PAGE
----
Schools minister Nick Gibb claims to be swayed only by evidence. He cited two teaching methods which he says were ‘evidence-based’ in the Commons on 19 December: systematic synthetic phonics and maths mastery. He wants all English schools to adopt these approaches.
But the evidence doesn’t just support synthetic phonics but ANY method of teaching phonics provided it is presented in a planned and systematic manner. Evidence summarised in the Education Endowment Foundation Toolkit, which is praised by Gibb as a reliable source, makes no distinction between different types of phonics instruction. The Toolkit recognises that phonics as an overall method ‘can be an important component in the development of early reading skills’ but vocabulary development, comprehension and spelling were equally important. Gibb’s high-profile support of just one method of phonics teaching underplays the importance of the development of these important skills.
The Department for Education offered a matched-funding scheme for systematic phonics materials during the Coalition years. This has proved very profitable for firms providing these including one, Read, Write Inc, whose director, Ruth Miskin, was an adviser to the DfE on the primary curriculum. Her involvement raised questions of conflict of interest.
Gibb is also a fan of maths mastery. The EEF Toolkit found ‘mastery learning is a learning strategy with good potential, particularly for low attaining students’ which could lead to five months progress in a school year compared with ‘traditional’ methods. The EEF warned however, that studies into maths mastery showed results tended to cluster at two points: ‘little or no impact’ or ‘impact of up to six months’ gain’. In other words, mastery could be very effective or it could have no effect.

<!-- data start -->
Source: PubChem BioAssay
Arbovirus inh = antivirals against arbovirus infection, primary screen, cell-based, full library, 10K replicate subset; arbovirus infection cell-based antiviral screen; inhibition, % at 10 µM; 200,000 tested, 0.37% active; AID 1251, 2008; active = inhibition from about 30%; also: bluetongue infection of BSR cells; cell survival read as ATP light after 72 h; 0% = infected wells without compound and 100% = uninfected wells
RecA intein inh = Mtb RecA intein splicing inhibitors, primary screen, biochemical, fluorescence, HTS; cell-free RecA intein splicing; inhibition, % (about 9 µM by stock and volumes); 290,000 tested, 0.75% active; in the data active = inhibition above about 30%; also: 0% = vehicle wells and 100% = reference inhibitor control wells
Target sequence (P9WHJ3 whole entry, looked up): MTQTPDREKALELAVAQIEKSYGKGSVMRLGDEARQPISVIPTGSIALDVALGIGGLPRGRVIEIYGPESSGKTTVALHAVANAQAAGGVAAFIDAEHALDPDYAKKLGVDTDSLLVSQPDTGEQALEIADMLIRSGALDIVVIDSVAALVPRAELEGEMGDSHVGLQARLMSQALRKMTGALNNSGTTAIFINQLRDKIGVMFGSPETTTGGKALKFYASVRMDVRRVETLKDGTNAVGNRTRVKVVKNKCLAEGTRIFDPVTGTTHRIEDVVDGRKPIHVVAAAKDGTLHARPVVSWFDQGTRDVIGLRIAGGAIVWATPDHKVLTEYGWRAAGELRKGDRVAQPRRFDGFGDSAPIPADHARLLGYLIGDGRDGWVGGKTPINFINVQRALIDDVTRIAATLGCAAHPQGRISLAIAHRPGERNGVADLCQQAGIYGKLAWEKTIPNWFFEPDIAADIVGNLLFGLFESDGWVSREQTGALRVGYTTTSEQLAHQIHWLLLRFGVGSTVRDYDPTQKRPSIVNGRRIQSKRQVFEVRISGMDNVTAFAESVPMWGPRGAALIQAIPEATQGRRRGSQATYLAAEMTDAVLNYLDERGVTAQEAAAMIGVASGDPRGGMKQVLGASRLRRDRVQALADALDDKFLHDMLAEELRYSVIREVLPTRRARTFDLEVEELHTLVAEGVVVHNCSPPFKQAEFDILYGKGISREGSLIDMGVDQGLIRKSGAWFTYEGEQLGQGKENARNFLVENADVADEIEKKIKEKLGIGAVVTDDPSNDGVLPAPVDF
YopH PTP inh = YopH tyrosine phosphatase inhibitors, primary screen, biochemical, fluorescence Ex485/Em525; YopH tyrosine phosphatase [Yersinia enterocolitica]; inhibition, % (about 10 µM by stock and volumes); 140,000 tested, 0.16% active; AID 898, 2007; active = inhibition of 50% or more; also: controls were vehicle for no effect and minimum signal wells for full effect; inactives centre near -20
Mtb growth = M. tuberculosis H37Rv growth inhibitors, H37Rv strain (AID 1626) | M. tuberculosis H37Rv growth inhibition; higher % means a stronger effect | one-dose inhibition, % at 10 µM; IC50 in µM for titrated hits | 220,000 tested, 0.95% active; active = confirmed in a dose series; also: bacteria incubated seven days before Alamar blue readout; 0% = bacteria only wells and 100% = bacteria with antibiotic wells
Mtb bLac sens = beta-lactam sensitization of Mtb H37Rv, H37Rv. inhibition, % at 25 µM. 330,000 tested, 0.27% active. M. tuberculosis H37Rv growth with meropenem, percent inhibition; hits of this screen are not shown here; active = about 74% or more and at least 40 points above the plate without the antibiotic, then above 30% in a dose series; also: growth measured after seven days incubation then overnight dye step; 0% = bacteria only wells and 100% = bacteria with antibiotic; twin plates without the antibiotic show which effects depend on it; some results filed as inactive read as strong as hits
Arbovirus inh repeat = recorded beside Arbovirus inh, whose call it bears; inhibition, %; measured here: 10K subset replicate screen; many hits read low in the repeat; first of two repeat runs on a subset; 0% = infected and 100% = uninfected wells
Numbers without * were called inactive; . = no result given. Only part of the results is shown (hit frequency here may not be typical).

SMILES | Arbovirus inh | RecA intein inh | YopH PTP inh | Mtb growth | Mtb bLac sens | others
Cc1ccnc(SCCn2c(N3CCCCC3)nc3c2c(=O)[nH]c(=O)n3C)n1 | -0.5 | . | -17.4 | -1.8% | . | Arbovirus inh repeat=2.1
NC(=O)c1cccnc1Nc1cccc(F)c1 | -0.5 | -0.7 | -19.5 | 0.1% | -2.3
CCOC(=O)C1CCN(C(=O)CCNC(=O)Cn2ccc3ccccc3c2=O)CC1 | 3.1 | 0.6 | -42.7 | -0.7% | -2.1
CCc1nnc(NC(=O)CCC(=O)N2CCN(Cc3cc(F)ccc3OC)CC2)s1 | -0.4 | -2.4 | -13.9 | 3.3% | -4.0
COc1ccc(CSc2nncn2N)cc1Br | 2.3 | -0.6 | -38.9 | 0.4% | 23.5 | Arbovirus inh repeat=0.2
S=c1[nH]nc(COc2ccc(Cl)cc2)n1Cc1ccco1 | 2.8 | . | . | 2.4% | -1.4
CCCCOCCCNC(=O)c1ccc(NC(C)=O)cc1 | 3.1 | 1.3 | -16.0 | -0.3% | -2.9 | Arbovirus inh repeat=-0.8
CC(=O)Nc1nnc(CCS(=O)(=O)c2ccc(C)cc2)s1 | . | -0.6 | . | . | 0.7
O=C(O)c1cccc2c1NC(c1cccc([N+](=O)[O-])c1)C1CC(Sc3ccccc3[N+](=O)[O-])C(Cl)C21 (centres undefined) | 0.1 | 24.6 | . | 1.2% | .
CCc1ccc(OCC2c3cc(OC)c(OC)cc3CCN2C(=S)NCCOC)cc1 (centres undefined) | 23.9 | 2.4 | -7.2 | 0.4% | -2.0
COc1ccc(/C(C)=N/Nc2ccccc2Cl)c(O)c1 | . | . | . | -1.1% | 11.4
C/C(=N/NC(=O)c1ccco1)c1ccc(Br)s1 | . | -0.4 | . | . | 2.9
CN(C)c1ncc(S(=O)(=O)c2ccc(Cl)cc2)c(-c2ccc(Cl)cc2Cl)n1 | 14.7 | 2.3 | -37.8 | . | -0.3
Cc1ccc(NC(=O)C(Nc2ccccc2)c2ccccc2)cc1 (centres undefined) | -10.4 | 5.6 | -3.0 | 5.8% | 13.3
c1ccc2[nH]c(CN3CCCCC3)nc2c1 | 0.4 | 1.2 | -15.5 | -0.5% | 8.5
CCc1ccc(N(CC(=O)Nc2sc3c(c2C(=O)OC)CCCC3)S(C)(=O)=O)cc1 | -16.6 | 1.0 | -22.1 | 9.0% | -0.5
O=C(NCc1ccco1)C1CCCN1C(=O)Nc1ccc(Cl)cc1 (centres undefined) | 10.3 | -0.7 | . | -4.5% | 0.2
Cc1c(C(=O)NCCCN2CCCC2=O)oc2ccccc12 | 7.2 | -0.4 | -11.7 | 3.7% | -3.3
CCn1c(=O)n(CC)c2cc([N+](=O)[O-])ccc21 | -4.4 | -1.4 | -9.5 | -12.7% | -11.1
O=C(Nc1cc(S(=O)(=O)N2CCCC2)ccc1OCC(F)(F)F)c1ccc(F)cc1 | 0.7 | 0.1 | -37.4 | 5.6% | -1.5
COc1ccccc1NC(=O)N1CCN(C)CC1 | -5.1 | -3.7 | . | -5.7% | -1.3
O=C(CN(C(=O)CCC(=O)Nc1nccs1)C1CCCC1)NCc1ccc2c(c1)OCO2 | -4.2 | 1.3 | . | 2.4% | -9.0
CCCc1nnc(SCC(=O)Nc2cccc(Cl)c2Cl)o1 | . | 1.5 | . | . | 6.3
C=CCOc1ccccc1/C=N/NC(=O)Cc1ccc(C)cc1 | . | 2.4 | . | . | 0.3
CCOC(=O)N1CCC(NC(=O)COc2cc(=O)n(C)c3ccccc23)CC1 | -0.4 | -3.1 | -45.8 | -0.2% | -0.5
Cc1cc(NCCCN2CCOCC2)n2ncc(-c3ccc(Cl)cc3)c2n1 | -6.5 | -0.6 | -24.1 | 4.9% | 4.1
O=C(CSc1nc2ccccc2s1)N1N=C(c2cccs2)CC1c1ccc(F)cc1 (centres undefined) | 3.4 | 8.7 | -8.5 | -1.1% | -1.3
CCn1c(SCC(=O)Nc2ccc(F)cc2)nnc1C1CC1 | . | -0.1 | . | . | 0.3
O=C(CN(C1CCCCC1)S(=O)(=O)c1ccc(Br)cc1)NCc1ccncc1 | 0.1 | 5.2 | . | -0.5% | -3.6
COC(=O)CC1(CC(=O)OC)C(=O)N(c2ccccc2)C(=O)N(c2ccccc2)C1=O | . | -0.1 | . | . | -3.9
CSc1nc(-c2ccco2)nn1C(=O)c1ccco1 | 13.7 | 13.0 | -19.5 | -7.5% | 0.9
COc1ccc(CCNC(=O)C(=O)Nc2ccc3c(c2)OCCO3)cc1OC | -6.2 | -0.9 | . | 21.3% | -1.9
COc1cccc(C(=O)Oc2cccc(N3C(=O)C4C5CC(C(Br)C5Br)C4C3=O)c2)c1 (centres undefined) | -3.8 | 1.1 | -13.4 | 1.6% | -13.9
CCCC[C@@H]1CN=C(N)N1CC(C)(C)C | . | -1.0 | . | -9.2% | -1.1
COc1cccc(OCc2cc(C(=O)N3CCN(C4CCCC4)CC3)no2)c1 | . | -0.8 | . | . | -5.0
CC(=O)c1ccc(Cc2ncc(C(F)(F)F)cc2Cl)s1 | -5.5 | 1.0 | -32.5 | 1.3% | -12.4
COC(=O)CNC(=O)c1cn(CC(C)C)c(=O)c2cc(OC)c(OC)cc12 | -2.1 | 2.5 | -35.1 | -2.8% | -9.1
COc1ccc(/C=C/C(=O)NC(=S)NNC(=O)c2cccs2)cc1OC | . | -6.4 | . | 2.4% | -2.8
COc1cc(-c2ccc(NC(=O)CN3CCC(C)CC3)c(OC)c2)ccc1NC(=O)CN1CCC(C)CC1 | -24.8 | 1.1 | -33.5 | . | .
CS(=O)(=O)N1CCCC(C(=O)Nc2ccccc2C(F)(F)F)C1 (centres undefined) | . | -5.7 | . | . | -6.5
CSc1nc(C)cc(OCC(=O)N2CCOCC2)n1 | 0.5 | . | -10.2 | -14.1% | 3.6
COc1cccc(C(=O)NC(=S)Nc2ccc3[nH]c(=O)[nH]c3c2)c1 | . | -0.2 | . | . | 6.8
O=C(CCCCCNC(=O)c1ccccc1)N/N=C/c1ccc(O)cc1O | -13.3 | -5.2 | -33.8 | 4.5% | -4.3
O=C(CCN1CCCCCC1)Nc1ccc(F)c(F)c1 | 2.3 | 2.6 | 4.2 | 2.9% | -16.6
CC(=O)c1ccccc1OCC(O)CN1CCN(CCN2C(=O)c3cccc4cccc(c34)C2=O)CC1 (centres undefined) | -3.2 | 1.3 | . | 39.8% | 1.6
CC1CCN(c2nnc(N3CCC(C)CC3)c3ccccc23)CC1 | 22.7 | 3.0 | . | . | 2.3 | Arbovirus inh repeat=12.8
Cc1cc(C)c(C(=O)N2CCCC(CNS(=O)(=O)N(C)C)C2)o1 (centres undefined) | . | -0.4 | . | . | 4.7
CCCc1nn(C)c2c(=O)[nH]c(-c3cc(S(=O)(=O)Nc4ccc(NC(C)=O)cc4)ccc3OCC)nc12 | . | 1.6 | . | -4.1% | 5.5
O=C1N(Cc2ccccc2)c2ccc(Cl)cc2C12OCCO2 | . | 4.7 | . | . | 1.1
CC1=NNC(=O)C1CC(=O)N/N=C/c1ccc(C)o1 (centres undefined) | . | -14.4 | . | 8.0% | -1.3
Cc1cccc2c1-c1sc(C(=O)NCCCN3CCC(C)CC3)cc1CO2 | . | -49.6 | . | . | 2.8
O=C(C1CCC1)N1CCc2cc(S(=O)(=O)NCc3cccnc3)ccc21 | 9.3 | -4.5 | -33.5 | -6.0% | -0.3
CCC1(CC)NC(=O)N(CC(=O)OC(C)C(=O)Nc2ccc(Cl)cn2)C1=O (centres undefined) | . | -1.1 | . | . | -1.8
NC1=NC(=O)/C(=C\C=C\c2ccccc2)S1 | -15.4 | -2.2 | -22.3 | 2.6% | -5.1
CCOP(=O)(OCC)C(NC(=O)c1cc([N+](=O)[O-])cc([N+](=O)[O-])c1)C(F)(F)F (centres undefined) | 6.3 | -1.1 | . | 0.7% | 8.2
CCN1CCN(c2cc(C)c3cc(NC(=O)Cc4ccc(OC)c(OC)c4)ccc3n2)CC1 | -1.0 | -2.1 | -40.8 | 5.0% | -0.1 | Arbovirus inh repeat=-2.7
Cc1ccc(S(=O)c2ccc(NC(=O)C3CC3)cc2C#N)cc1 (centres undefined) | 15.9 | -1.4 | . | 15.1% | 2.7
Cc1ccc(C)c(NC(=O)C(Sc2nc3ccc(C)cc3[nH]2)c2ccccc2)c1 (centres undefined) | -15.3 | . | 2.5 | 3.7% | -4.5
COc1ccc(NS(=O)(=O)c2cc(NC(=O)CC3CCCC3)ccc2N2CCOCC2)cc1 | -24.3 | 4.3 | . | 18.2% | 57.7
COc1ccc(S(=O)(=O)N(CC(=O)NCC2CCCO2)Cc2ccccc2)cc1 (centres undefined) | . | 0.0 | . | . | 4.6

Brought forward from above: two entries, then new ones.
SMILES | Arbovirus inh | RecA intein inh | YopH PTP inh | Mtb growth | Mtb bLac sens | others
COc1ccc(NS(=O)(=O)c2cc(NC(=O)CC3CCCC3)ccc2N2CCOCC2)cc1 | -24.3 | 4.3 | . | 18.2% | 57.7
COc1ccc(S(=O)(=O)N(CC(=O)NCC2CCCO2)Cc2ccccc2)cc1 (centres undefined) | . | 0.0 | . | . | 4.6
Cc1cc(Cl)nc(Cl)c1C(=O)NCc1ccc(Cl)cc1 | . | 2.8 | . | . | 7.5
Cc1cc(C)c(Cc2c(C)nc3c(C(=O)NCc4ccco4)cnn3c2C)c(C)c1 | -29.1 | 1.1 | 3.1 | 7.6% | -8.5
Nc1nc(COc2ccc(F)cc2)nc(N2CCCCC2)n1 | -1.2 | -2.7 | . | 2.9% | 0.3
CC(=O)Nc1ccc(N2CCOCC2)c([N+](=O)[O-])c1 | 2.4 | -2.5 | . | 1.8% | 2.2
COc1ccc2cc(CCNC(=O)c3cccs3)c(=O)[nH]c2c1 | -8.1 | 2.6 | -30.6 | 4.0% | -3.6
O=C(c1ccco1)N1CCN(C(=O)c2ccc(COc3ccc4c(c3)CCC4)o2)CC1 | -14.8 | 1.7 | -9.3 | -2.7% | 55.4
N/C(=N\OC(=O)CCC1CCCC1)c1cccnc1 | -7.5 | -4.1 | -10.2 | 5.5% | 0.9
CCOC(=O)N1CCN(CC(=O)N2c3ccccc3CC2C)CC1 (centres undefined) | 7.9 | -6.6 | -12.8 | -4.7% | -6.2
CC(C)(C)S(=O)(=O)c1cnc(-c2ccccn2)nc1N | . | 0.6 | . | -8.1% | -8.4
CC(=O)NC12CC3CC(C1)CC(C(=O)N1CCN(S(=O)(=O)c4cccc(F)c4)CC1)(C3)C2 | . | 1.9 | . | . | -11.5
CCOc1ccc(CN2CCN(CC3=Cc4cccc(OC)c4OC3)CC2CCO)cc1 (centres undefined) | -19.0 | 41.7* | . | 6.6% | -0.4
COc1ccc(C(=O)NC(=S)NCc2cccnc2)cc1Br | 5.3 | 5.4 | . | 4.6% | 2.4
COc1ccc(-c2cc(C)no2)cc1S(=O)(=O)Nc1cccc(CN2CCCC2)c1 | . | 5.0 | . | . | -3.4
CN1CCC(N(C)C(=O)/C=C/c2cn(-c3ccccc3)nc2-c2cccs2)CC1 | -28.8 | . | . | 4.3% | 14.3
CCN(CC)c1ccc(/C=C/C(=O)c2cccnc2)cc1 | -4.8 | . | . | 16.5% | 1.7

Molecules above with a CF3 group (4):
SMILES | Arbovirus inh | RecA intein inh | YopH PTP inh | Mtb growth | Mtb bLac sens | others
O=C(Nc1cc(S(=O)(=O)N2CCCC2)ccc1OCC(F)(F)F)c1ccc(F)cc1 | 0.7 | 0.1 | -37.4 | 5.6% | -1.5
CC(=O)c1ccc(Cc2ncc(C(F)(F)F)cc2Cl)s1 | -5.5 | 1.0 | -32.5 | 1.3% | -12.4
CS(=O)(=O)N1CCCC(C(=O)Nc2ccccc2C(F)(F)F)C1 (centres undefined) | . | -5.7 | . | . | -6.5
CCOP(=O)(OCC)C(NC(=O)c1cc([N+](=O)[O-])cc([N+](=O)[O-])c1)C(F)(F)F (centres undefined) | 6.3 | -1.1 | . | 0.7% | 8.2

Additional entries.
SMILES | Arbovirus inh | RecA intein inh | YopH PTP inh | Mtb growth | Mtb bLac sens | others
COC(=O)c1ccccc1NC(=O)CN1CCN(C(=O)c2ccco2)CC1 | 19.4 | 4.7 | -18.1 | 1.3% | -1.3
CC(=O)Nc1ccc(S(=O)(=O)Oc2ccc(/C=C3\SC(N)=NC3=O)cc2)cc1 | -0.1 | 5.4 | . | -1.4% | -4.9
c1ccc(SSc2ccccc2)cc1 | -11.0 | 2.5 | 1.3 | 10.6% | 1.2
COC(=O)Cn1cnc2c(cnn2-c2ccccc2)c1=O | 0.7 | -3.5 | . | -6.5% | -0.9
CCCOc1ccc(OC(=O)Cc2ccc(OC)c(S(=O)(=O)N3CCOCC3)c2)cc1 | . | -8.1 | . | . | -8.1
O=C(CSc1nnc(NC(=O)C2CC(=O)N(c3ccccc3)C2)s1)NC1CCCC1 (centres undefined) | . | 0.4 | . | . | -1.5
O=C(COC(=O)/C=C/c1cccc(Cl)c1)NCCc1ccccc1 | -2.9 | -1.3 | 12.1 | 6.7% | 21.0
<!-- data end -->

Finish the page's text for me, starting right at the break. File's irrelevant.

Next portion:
Analysis of the evidence by the Institute of Education on behalf of the EEF found pupils in schools using maths mastery made the equivalent of ‘approximately two months’ additional progress’. It wasn’t possible to conclude whether this small progress would not have occurred by chance, the analysists wrote.
Gibb remains obstinately stuck to maths mastery and synthetic phonics. But the evidence suggests there are other, equally effective, strategies. His constant promotion of these two methods suggests he is unwilling to consider any other methods which might jolt him from his stubborn support. This isn’t following the evidence, it’s following the prejudice. Worse, he's using his dogged adherence to particular methods to impose his will on English schools.
FOOTNOTE Despite his insistence that he always looks at the evidence, Nick Gibb ‘inadvertently’ cited flawed data in the Commons in July. The statistics relating to PISA international test results for the UK in the year 2000 have been known to have been faulty for years. This doesn’t seem to have made much impact on our schools minister.